Did you know that water is good for you? You should drink a lot of water. In fact, you should drink more water than any other beverage. How much water should you drink? Well, that’s up for debate, but let’s say eight glasses of water per day, eight ounces per glass. That’s a lot! Are you drinking enough water? Have you heard about the benefits of water? You should drink more water. It’s good for you.

I don’t really know or care how much water you should be drinking, but I should definitely drink more. I have perpetual acne issues and perpetual headache issues, both of which are solved by better hydration. I’m bad at drinking water. I’ve always been bad at drinking water. I’m not one of those weirdos who don’t like the taste of water (I mean, seriously, what the fuck is that); I’m not addicted to any sugary beverages. I am, quite simply, not good at staying hydrated.

Every six to eight months, I decide that I’m going to get “into” drinking water. I’m going to become one of those people who shows up everywhere with a nalgene. It’s my time. I’m ready.

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Because I am lucky (see also: blessed) enough to live in the 21st century, I have faith that apps will solve all my problems for me. The app in this case is called Plant Nanny, and it is free to download. Its full name is “Plant Nanny - Water Reminder with Cute Plants,” and it is precisely that.

Here is how Plant Nanny works: First, you pick out a plant that you want to raise. In the past six months, I’ve raised every single variety of plant the app offers. I have flowers: roses, carnations, tulips. I have a succulent. I have some fake plants, like whatever a “mushrimp” is supposed to be. I have raised all of these plants with love and kindness. I have also named all of them a variation on “my wife.” I don’t know why I did this. It was stupid at the time, and it’s still stupid now. Moving on, here are some of my wives:

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Once you’ve decided what kind of plant you want to raise, you also determine the daily amount of water you should drink. I have a 16-ounce pint glass set as my norm, because that’s what I drink out of at work and at home; other options range from a coffee mug (10 ounces) to a nalgene (25 ounces). Plant Nanny will calculate how many times you need to fill your container a day––mine says six of those pint glasses, so 96 ounces per day! Wow, okay, I guess that’s a lot of water––and send you push notifications reminding you to drink water. Your plant will grow as you log how much water you drink for about two weeks or so, until your plant is fully grown and you can move it into your garden. Then you get a new plant, and it starts all over again.

Does this sound aesthetically pleasing, with an easy enough interface that would make you want to download it to help you to stay hydrated? It should. I love Plant Nanny. I’m not the type to keep superfluous games and apps on my phone, so the fact that I’ve had this one for half a year should say a lot. Except. Okay. I should add, I think, for the sake of honesty: I’m still not hydrating at all.

Plant Nanny worked for me as intended for, hmm, I don’t know, maybe four days? We can say a week if you’re willing to corroborate on this lie with me. Here is the truth: I am old enough now to know that I will never change. I mean, some things will change. I’ll keep learning how to communicate effectively with my peers and how to buy enough at the grocery store that I’ll be able to feed myself for a week. But I’ll never be someone who makes her bed in the morning, and I’ll never lose 10 pounds, because no one ever has. And on top of all of that, I’ll never be someone who is good at staying hydrated. I’ll keep drinking a lot of coffee and seltzer and juice, which, on any given day, is either a lifesaver or killing you, depending on what website you read.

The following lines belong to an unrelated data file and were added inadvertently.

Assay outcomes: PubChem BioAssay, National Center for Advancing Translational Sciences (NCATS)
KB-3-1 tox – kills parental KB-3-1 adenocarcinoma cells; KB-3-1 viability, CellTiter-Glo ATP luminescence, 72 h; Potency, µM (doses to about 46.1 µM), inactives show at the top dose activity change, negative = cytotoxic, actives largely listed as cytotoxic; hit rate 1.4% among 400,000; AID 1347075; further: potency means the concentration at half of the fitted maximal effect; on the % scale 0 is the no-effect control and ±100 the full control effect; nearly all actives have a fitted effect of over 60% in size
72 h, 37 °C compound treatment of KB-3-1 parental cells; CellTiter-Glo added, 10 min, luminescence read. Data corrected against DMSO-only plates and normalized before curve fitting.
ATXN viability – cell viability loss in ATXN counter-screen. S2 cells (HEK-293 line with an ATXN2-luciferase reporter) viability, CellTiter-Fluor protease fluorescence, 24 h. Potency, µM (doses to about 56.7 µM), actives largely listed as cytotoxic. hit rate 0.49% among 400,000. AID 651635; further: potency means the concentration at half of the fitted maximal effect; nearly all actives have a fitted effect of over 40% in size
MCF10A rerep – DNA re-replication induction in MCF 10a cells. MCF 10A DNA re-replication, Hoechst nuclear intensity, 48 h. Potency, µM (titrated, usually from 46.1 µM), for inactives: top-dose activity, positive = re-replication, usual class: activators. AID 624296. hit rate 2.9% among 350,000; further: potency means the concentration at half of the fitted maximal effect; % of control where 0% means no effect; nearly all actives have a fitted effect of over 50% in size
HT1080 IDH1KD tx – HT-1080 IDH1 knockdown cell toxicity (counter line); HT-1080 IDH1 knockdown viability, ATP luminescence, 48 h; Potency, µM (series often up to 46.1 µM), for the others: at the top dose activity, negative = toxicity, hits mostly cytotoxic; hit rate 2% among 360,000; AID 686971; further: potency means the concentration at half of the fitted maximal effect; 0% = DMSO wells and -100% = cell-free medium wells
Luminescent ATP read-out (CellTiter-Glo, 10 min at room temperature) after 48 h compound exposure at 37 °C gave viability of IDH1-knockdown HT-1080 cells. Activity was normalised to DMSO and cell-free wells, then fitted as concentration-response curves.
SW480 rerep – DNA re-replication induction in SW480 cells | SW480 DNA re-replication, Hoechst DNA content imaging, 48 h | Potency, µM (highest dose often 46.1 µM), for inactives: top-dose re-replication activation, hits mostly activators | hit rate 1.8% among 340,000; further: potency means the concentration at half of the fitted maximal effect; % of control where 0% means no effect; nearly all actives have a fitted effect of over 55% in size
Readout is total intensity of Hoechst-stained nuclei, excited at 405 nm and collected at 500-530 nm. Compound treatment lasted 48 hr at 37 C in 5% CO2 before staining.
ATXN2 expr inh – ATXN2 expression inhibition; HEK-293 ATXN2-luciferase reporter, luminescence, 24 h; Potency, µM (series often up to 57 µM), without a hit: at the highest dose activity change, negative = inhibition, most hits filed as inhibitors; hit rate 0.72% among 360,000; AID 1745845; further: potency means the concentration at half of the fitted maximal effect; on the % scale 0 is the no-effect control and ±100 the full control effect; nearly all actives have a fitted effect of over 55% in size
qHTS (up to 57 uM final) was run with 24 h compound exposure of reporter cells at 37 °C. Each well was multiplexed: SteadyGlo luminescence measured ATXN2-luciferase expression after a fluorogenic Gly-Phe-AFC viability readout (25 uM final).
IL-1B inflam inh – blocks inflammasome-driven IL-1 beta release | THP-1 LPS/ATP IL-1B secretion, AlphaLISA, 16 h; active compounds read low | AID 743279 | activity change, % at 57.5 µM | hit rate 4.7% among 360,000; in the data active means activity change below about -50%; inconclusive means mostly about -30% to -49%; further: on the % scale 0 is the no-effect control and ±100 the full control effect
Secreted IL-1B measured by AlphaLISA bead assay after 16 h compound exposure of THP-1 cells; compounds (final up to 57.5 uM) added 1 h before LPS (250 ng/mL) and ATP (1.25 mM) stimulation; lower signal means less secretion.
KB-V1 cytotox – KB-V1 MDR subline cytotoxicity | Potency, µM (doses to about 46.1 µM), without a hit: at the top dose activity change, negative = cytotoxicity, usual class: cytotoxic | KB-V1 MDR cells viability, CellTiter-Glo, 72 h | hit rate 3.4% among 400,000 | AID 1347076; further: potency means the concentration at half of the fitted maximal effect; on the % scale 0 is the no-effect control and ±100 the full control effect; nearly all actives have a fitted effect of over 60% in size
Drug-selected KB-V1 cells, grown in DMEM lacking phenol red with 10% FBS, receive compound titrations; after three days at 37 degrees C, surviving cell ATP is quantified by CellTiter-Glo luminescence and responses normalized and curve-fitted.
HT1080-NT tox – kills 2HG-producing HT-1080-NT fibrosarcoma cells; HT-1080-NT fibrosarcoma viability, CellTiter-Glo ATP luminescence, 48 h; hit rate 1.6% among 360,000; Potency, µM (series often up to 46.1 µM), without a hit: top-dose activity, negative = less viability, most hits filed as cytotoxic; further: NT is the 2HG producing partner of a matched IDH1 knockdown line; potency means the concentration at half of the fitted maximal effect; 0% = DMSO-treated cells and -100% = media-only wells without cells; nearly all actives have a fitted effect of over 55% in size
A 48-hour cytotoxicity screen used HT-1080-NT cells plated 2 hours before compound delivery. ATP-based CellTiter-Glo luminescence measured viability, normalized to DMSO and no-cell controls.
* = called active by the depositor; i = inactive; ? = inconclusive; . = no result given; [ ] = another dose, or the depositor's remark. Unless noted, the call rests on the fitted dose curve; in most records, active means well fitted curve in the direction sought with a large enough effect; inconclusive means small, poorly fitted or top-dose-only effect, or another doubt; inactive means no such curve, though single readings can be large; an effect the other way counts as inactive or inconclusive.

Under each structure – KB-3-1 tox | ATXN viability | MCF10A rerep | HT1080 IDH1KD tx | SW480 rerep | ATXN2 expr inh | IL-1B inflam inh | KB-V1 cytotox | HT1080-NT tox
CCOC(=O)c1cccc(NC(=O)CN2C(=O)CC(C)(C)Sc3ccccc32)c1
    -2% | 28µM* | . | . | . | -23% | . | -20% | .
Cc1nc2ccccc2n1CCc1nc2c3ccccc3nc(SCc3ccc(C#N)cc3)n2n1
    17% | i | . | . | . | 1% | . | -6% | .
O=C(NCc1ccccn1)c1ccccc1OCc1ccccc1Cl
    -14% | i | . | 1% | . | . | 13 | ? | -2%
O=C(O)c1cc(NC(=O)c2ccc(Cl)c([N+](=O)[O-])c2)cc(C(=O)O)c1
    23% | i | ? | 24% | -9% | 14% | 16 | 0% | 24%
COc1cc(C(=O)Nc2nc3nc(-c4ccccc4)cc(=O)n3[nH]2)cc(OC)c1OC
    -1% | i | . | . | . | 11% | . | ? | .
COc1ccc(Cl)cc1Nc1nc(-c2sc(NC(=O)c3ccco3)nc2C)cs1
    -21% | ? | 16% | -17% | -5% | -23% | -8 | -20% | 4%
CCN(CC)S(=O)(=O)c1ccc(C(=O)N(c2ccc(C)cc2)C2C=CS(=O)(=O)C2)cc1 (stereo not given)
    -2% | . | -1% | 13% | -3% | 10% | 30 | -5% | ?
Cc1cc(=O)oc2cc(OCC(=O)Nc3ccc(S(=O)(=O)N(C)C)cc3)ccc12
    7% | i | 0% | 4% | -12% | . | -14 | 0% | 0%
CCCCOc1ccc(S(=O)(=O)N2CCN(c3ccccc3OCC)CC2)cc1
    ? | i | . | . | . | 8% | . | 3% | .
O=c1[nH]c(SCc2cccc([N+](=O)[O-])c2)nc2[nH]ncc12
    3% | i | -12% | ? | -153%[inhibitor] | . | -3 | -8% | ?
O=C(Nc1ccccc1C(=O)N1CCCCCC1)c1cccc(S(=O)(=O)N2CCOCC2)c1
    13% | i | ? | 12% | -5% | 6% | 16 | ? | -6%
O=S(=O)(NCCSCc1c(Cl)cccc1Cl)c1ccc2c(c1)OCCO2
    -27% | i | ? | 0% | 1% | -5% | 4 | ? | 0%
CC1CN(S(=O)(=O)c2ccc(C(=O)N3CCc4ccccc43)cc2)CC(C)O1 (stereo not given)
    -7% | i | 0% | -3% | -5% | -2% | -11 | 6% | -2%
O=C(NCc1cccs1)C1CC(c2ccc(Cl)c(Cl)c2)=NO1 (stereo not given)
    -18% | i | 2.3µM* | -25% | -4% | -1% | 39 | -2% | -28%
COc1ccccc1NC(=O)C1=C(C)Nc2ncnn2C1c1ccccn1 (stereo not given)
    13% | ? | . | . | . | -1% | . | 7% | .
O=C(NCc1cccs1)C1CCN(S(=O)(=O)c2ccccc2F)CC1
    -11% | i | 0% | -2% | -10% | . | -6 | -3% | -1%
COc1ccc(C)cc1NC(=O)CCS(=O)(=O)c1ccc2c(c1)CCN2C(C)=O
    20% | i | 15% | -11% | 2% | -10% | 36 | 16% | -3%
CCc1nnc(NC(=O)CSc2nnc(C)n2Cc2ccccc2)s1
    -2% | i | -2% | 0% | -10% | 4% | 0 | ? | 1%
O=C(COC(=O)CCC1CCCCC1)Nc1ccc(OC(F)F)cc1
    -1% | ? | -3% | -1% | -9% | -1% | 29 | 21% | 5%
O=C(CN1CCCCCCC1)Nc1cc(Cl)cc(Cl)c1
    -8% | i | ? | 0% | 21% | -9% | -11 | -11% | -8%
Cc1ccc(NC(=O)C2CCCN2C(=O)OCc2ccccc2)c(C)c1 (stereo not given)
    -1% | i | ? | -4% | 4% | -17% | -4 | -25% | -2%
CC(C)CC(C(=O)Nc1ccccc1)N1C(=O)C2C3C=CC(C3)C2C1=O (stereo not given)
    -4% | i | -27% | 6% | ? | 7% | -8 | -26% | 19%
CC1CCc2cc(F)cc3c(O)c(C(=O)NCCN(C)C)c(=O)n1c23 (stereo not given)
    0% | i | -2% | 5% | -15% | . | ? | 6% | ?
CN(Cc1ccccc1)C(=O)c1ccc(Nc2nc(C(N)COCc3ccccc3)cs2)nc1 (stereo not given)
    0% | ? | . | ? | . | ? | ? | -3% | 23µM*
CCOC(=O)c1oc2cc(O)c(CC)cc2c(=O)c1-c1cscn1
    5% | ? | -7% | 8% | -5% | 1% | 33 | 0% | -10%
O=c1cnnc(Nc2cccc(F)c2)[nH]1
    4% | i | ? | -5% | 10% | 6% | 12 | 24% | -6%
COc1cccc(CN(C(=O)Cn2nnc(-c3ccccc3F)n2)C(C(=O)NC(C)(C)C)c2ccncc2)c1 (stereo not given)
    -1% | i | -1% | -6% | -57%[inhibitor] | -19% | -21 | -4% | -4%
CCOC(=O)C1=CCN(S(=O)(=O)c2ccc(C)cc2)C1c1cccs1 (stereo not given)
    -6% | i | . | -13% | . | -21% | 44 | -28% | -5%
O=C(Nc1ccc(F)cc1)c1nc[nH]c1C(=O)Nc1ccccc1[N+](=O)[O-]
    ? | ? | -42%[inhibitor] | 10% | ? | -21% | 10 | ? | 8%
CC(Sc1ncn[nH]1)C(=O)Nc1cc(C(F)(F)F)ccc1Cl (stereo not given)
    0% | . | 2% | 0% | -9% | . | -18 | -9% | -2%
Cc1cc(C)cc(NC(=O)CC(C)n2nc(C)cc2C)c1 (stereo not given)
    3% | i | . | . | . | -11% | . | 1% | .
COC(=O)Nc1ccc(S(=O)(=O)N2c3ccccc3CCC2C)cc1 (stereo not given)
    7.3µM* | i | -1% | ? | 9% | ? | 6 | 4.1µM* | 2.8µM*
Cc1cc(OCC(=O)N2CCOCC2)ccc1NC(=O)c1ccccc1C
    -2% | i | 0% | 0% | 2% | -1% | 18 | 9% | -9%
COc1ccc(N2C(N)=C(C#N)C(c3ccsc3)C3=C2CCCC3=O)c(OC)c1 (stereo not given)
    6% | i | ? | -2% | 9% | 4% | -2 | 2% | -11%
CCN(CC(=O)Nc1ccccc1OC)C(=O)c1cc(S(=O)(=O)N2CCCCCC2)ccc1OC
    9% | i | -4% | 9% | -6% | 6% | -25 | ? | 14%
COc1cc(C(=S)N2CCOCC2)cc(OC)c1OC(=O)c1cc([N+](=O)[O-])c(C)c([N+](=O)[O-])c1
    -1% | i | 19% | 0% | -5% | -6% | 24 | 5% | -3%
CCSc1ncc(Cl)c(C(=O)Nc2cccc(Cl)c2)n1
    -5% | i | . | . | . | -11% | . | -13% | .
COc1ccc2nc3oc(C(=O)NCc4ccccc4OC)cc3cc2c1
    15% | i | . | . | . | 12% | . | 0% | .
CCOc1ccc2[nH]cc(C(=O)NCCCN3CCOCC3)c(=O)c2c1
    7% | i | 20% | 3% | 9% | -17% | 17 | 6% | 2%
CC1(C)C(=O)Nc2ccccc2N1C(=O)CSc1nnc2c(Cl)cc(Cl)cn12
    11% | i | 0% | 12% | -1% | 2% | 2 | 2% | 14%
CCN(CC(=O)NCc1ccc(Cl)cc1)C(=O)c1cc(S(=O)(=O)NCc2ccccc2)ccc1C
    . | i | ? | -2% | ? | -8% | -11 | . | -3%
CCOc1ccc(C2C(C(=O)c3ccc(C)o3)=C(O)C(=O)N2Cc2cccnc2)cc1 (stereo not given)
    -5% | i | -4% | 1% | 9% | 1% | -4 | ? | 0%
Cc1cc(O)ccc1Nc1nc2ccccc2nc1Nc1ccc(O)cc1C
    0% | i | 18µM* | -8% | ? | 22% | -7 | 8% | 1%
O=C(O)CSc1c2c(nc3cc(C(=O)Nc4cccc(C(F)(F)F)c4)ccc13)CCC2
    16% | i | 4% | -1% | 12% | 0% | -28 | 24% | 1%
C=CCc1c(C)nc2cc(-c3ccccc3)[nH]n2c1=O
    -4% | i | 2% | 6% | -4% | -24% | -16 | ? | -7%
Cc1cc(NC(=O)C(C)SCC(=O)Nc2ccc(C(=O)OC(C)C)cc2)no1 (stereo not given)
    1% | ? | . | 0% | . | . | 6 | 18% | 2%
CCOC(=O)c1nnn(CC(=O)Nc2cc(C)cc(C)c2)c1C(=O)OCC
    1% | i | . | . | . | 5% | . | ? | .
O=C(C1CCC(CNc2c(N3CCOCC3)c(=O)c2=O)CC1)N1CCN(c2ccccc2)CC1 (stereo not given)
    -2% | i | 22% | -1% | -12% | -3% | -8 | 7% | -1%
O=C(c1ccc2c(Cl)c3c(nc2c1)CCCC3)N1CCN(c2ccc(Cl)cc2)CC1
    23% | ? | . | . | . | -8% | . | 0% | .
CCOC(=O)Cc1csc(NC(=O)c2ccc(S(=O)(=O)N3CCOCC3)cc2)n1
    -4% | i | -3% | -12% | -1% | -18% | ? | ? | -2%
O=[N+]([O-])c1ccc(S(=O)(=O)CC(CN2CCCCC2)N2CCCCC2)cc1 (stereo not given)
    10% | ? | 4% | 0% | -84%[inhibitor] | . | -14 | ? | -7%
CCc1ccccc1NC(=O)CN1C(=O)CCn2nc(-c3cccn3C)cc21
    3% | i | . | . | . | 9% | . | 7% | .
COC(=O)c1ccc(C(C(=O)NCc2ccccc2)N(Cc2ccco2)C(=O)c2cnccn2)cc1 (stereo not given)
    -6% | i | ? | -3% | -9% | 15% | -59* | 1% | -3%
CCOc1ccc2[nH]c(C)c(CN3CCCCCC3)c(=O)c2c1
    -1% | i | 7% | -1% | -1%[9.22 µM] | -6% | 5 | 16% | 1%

And yet! AND YET! Here I am, six months down the line, with 14 plants, 14 wives, that I am wholly devoted to. It’s not like I don’t also have real plants in my real life. I have those and I love those, but not like I love my smiling, virtual wives. I have made my own version of Ex Machina on this app, and I don’t know how to free myself from it. Every time I get a push notification from Plant Nanny, I water my plants. I’m never drinking water when I do it. I lie to the app every single day of my life, because I love these plants, and I want as many as I can have. One time I forgot to water a plant for a whole day, and it nearly died. I started up the app, muttering no, no, no like an actor on Grey’s Anatomy does in every episode.

I want to tell you Plant Nanny is worthwhile. I want to tell you Plant Nanny is a good tool for staying healthy. But I can’t, because I still allow myself to get dehydrated and wake up in the middle of the night to get headaches. I want to tell you Plant Nanny made me a better person, and maybe it did, because now I’m filled with unrealistic affection for tiny app plants that smile at me every time I harvest their seeds (which can be used to buy new vases!). I want to tell you to drink as much water as much as you can, because it’s good for you, and you can start making choices that are good for you whenever you want, trust me.


Illustration by Sam Woolley.

Fran Hoepfner is the editorial assistant at ClickHole. She lives and writes tweets in Chicago.